The duality principle is present in every aspect of the Universe and is no wonder that human spiritual perceptions are also based on it. Day is opposed to night, cold to warm, weak to strength, sound to silence, life to death and so on. The world seems to be entirely based on the cyclic balance between opposite states. Of all the opposites that surrounded humans, none seemed to be more chaotic and inexplicable than the opposite emotional states that were constantly taking place in the human soul. Humans are very emotional beings, perhaps we are more of an emotional beings than rational ones. And namely our uncontrollable and unpredictable human emotions that drive our behavior were a complete mystery for the ancient human mind. Primal humans, thousands and tens of thousands of years ago, were perplexed with their own selves and dazzled by their emotions that took such a strong grip on the mind that humans were simply left with no other choice but to obey whatever the emotion demanded. The uncontrollable and demanding nature of human emotions is very much the same today and humans are pretty much slaves to their emotional urges just as much as they have always been. Self-control is the domain of very few individuals who now and then were persistent and strong enough to tame and master their own selves.
For the ancient human mind the unseen and chaotic nature of human emotions were perceived as the very will of spiritual entities acting upon their souls. Thus the notion of spiritual and ghostly intervention that took place inside human minds began to take shape.
For it was the greatest mystery as to how come you feel well and happy at one moment and at the next heavy emotions oppress your being. How come emotional affection was suddenly unleashed and you fell desperately in love to such an extent that your whole perception of the world changes. How come anger kicked in so unpredictably and a human was simply unable to neither stop it nor control it. All these were questions that began to bother ancient people’s minds and answers were needed in order for an explanation to formed that had to serve as an answer to all the generations to follow.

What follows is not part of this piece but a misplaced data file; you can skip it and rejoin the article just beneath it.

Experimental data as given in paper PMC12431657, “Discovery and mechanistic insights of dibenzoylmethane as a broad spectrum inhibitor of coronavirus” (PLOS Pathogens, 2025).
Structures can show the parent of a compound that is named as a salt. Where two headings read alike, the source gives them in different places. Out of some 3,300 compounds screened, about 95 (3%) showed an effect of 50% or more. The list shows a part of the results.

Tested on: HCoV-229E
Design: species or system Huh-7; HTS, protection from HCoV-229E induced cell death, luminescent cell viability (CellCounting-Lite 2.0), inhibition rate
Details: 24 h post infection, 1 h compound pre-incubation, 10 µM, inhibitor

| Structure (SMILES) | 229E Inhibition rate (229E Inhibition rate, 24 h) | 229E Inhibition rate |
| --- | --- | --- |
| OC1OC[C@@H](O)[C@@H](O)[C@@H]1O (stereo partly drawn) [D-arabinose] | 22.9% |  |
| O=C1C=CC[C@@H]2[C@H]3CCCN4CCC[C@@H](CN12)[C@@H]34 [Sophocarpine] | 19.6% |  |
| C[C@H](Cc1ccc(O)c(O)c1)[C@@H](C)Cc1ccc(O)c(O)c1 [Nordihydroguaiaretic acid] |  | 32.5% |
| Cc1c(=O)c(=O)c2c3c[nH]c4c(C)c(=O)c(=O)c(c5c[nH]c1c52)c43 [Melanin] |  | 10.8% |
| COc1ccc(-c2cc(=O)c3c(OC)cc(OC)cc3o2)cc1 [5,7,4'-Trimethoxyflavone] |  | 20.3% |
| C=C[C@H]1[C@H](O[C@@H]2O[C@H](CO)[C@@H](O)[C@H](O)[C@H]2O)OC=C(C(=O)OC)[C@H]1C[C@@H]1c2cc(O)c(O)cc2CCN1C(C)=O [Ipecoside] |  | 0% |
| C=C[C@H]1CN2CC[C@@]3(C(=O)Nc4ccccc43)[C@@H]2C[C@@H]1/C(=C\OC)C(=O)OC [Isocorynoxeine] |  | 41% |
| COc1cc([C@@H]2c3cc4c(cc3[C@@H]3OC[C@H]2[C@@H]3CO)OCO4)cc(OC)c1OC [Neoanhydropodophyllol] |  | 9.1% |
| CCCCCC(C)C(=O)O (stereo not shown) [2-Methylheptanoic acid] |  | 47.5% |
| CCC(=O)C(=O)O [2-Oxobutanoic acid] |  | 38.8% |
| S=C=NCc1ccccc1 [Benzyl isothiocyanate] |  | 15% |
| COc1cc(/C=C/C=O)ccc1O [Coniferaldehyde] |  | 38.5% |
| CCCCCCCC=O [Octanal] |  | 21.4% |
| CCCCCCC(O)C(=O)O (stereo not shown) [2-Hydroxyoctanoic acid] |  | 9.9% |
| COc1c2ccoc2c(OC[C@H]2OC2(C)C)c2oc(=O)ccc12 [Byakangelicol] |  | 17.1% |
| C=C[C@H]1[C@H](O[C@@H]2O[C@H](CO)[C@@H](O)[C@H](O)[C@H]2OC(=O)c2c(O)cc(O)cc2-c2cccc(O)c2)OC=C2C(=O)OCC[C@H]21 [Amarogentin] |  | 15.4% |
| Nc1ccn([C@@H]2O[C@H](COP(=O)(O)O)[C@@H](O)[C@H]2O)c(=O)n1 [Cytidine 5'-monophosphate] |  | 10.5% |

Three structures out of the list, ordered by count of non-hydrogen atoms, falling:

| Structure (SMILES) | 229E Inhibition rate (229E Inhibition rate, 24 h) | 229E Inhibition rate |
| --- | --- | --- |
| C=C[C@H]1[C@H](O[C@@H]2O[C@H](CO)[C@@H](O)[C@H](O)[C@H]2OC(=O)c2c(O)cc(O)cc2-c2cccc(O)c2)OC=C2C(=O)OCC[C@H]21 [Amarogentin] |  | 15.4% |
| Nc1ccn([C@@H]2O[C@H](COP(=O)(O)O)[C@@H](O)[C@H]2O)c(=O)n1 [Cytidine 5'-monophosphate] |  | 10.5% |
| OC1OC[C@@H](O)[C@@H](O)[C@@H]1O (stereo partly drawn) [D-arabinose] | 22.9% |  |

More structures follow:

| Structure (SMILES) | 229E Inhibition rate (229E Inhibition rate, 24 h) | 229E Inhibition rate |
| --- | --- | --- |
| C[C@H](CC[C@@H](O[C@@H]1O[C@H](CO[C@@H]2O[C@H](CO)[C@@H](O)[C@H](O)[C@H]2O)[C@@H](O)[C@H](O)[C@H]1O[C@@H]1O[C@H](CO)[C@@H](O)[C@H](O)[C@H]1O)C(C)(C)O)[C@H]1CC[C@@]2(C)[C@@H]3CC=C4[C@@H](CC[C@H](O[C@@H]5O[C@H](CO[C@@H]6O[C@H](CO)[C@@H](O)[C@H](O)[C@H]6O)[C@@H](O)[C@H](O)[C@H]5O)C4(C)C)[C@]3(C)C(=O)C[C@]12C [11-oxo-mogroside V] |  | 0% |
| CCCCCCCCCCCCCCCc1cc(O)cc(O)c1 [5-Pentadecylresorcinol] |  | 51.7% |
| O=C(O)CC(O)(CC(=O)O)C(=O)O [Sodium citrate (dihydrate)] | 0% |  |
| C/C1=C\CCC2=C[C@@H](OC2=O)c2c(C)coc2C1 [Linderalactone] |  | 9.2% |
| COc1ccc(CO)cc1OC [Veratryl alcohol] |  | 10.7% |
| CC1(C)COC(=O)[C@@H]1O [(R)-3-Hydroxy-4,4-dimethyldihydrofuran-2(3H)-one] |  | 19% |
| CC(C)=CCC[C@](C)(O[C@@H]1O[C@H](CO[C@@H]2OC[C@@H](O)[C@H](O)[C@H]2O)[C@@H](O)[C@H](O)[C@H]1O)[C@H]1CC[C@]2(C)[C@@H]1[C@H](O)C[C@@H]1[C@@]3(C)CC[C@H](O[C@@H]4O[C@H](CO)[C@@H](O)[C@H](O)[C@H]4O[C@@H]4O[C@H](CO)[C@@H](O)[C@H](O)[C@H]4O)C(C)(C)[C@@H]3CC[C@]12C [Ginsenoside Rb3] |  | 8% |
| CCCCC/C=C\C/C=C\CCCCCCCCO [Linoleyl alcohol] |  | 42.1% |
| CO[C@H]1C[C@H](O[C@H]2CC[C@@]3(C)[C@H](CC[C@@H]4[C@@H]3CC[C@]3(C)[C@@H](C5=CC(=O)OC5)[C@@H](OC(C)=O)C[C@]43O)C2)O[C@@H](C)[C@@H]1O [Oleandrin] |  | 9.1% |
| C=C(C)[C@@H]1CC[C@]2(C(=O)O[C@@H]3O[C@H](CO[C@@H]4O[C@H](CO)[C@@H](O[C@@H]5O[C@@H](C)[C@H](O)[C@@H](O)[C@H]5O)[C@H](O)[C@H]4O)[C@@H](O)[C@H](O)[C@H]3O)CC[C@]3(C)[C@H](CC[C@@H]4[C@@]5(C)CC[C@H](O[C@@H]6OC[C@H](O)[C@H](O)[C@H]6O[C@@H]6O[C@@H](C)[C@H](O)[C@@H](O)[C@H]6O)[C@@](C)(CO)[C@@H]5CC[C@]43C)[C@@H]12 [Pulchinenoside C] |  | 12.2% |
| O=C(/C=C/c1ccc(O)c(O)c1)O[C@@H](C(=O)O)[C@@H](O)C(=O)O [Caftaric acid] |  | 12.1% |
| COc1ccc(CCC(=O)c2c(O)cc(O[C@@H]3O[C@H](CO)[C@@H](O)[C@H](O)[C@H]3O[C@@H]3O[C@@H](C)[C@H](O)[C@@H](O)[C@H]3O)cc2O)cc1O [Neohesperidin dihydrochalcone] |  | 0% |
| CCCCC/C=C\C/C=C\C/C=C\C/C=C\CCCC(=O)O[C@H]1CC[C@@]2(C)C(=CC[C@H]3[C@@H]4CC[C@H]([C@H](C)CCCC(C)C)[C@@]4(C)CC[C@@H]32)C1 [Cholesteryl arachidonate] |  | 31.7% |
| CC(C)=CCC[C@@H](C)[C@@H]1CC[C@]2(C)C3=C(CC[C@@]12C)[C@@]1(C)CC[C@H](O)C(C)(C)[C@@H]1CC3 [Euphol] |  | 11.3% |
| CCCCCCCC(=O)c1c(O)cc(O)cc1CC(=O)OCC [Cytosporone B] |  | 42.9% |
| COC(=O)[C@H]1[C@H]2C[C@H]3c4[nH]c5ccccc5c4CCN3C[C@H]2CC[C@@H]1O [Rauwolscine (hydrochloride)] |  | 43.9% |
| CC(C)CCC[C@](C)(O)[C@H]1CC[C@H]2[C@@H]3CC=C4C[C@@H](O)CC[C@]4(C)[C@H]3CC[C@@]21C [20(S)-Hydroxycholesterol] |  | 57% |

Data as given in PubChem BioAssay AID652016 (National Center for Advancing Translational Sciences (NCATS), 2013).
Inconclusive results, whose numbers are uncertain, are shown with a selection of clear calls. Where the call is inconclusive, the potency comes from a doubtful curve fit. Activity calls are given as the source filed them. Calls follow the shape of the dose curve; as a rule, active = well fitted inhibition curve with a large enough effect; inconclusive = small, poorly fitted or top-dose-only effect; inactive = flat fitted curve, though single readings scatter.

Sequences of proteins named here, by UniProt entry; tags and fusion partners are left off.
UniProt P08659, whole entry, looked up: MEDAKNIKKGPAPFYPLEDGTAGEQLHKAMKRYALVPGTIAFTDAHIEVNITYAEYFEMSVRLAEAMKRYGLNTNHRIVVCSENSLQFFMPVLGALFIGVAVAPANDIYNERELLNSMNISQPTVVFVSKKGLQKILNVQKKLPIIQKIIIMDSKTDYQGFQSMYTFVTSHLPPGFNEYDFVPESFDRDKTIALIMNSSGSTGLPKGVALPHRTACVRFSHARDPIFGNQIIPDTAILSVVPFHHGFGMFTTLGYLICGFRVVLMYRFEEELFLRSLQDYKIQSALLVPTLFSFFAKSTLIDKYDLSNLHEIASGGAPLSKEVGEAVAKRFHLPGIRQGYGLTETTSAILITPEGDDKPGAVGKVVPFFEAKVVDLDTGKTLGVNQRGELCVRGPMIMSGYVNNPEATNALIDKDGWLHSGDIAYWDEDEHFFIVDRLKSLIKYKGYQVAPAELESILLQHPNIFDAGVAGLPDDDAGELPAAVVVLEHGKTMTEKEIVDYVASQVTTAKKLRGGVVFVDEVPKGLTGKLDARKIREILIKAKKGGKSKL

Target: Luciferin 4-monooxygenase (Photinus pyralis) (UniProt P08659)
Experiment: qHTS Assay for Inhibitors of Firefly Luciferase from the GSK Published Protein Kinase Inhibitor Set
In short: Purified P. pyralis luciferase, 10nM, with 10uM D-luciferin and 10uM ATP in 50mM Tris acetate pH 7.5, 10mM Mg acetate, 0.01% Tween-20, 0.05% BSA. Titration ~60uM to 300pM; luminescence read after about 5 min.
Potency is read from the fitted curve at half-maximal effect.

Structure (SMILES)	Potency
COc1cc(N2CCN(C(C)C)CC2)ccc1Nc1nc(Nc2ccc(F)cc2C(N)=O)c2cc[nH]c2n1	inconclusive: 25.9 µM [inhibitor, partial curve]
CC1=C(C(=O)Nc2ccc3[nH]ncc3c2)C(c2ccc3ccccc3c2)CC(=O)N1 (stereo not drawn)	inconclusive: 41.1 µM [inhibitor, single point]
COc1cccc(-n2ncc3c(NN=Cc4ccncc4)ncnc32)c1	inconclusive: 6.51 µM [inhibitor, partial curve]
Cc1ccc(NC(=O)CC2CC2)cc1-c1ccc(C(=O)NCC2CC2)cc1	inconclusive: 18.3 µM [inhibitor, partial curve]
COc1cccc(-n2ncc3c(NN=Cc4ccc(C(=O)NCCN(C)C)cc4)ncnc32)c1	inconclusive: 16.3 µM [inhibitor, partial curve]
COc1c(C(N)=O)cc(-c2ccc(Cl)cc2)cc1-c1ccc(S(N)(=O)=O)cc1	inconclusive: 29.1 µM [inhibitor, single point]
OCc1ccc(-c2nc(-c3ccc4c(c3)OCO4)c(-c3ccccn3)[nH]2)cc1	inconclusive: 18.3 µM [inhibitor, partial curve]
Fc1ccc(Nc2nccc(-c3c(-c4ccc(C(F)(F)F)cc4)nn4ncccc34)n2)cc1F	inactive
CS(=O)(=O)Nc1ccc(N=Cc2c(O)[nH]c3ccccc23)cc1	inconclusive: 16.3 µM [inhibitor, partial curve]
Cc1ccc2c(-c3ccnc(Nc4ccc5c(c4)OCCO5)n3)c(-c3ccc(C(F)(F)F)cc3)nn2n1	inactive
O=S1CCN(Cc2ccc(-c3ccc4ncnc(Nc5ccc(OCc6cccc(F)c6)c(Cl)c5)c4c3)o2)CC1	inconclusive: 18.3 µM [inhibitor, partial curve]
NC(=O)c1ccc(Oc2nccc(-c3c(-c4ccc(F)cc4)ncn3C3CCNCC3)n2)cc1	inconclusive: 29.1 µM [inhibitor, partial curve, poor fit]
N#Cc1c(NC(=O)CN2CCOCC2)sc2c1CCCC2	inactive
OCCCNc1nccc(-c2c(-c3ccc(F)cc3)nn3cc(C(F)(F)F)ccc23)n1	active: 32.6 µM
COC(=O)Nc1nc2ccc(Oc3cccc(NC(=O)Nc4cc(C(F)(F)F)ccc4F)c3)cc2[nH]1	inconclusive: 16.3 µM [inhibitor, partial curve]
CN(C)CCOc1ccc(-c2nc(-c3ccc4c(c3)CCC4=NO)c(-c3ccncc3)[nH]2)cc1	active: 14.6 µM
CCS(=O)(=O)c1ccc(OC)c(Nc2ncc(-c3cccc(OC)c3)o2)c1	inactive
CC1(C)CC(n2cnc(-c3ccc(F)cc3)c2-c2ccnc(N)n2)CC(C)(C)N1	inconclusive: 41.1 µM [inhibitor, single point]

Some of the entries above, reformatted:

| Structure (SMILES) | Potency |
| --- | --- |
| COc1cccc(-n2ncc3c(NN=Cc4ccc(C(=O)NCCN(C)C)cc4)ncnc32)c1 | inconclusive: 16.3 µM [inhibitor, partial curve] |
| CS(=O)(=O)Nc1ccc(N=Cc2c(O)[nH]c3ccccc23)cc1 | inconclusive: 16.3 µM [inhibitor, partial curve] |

We discussed lightly the genesis of religious thought here and there in previous lectures and another one dedicated entirely on this topic is coming ahead, so we shall not discuss it here, although it is a part of the story, just as human evolution also is. Every element must be observed and taken into consideration in order to grasp and understand the Big Picture.
Human spirituality evolved from the way humans perceived the world and themselves. Moreover, human spirituality is a reflection of our human souls. As obvious as this notion is, as if humans today still do not comprehend and realize it, considering all the religious zeal and fanatism that prevail.
It is just so obvious that evil is associated with darkness, fire, anger. All the things that bring fear and are beyond the control of average humans. Our perception of our emotions as “forces” that had a will of their own was so persistent that it integrated in our very language and expressions. Anger was perceived as something that possesses and puts you under its will, just as love, but in the negative scale of the evolving human morality. All emotions were perceived as possessions that had a life on their own. Thus it was not long until humans began to interpret their emotional states as interventions from the spiritual world. The negative emotions were assigned to evil spirits and the positive ones – to good and helping spirits. This perceptual separation was to become the very foundation of all religions that were to come.
Because from then on gods were destined to always come in pairs – good gods and evil gods, always inseparably together.